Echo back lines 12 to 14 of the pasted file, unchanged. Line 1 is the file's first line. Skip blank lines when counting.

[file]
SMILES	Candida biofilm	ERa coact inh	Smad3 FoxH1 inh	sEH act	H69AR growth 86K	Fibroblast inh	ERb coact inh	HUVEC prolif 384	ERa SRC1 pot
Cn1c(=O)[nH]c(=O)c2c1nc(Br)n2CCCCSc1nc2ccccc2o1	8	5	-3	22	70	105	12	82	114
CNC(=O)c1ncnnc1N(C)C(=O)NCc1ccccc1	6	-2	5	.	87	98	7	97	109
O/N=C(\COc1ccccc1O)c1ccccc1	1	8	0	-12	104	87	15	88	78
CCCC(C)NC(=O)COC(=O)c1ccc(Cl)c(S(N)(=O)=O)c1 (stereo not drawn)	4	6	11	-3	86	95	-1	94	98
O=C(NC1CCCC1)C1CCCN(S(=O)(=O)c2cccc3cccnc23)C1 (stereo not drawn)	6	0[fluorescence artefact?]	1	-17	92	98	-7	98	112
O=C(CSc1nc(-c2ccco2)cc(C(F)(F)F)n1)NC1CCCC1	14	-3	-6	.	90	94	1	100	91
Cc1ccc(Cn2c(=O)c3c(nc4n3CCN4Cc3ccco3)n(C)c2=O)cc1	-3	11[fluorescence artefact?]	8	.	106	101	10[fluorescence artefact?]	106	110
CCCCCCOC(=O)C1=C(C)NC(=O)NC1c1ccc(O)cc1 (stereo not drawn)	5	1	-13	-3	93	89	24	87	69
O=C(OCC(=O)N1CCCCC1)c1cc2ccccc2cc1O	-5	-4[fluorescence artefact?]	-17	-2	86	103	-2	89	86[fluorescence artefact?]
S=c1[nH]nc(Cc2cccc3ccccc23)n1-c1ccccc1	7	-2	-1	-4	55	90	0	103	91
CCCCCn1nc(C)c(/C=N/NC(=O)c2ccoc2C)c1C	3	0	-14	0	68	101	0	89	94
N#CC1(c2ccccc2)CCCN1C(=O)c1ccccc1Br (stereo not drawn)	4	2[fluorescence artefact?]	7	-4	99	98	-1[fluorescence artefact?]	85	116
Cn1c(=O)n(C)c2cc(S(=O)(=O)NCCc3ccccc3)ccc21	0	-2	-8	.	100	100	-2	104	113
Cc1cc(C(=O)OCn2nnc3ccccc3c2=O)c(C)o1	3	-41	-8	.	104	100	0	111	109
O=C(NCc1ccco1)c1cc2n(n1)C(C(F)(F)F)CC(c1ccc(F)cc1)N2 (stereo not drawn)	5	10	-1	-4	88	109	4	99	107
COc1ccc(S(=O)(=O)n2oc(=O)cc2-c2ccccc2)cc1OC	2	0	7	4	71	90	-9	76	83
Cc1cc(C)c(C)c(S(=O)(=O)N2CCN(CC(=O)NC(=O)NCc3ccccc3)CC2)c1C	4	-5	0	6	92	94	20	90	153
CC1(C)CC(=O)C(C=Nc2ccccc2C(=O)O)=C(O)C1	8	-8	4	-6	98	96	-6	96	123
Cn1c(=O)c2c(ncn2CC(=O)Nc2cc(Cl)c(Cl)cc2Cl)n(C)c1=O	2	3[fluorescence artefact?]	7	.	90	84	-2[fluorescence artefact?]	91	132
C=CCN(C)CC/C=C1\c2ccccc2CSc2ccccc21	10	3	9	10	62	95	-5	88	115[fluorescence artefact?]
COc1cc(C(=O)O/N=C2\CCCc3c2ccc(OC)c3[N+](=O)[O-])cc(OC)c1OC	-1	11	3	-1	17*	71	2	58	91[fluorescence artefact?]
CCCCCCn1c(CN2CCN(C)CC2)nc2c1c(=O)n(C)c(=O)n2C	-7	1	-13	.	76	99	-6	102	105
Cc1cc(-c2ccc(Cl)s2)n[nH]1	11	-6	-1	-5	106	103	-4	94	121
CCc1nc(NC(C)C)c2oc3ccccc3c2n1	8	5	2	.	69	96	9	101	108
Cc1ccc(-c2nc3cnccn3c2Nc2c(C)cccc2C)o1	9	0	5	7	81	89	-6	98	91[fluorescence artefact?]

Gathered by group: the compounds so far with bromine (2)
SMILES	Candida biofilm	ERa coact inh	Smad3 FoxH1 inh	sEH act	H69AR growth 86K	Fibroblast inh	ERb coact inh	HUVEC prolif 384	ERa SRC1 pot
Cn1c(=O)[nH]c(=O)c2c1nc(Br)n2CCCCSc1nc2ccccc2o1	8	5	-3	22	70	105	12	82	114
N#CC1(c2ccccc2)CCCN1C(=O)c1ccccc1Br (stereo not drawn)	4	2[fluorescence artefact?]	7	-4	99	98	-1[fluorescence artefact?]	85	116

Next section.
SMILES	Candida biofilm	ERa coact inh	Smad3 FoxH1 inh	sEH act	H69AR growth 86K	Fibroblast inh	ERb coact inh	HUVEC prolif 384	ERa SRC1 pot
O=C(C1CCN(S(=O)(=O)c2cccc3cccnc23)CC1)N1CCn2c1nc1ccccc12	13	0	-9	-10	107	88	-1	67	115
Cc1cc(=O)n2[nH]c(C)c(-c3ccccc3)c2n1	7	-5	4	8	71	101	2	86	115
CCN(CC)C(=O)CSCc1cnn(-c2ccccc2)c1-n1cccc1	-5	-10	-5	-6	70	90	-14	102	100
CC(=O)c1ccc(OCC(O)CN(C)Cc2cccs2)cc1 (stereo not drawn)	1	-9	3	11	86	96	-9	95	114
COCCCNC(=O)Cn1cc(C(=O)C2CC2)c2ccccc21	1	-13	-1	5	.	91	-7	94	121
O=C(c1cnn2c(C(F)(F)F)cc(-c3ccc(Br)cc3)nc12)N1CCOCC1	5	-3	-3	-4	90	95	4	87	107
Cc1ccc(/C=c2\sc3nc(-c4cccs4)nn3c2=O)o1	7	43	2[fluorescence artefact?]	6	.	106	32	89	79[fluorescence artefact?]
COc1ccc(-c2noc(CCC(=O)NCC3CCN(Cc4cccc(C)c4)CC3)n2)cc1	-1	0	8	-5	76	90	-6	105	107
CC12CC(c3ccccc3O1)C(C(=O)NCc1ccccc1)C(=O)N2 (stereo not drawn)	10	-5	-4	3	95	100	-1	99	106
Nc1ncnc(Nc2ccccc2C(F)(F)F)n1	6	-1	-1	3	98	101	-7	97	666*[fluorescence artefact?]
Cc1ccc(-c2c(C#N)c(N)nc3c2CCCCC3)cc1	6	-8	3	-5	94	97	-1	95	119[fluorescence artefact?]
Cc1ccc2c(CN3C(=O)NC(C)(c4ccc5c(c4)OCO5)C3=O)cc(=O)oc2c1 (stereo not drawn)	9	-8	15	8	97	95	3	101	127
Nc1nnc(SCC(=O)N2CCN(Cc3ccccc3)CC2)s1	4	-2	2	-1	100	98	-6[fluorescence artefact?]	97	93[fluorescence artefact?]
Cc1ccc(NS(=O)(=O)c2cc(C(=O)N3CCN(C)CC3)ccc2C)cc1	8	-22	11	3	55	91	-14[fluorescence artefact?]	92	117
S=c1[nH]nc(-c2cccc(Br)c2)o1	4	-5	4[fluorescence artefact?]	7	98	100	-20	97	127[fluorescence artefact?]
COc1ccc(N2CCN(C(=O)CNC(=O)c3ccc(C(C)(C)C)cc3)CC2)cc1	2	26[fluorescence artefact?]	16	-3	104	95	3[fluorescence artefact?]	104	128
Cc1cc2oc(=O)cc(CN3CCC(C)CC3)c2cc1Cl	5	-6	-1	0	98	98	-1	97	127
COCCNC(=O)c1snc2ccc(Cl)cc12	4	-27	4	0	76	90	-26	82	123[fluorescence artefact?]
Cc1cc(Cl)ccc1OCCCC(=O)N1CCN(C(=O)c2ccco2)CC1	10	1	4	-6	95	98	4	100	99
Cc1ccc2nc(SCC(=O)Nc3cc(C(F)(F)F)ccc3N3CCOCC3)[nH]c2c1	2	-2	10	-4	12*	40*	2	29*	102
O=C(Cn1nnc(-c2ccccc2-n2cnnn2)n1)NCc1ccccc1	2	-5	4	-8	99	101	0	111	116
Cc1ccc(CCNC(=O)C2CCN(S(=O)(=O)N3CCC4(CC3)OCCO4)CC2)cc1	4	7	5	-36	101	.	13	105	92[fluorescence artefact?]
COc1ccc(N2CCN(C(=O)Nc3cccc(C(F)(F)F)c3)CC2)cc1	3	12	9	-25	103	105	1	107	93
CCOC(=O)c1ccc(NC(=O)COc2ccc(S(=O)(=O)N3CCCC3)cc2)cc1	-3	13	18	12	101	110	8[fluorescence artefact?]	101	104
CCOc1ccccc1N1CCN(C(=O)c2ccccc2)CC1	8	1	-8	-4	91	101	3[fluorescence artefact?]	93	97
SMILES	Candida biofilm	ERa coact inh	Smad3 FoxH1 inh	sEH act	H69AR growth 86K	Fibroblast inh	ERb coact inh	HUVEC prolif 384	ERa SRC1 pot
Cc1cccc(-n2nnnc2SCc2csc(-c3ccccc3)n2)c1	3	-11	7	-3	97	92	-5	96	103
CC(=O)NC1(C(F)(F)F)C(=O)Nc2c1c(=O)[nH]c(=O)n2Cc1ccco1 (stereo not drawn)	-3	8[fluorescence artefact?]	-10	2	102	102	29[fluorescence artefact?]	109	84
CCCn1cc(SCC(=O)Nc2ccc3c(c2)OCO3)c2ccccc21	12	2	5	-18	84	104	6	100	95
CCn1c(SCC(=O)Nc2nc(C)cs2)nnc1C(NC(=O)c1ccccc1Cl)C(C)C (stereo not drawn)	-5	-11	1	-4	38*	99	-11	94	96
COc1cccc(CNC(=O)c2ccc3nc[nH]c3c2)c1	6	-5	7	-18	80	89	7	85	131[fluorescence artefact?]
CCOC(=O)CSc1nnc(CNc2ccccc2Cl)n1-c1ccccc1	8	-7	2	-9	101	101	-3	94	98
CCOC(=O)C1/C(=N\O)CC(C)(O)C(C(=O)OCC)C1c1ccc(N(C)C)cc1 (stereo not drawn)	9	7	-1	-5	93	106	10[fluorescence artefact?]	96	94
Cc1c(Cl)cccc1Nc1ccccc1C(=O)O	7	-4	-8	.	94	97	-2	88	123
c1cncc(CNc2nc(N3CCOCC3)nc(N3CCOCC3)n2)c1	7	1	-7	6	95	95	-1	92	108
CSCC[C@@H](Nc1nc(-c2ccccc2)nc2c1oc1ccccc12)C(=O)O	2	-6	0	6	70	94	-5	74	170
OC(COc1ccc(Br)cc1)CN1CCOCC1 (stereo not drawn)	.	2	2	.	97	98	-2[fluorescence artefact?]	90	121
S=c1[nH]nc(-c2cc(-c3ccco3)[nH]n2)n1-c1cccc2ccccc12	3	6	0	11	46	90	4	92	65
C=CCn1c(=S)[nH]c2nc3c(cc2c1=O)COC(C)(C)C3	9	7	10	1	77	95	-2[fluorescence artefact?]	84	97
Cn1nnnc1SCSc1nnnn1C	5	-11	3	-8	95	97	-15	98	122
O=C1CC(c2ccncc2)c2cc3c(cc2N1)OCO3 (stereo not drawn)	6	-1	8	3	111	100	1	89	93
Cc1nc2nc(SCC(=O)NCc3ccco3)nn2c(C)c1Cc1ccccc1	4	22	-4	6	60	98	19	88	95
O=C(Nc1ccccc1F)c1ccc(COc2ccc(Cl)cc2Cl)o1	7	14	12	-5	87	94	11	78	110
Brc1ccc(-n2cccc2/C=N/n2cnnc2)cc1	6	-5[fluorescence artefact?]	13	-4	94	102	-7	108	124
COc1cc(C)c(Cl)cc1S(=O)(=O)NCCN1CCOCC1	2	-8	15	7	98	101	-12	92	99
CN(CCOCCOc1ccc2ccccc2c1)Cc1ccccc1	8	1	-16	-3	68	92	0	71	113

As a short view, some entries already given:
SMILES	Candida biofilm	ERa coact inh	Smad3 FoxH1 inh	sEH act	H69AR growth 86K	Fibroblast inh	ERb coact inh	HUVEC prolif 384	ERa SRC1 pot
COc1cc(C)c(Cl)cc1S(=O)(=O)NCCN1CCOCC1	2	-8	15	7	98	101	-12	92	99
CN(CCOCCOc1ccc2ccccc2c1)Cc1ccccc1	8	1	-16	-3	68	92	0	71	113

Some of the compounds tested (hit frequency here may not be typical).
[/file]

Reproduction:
CCCCCn1nc(C)c(/C=N/NC(=O)c2ccoc2C)c1C	3	0	-14	0	68	101	0	89	94
N#CC1(c2ccccc2)CCCN1C(=O)c1ccccc1Br (stereo not drawn)	4	2[fluorescence artefact?]	7	-4	99	98	-1[fluorescence artefact?]	85	116
Cn1c(=O)n(C)c2cc(S(=O)(=O)NCCc3ccccc3)ccc21	0	-2	-8	.	100	100	-2	104	113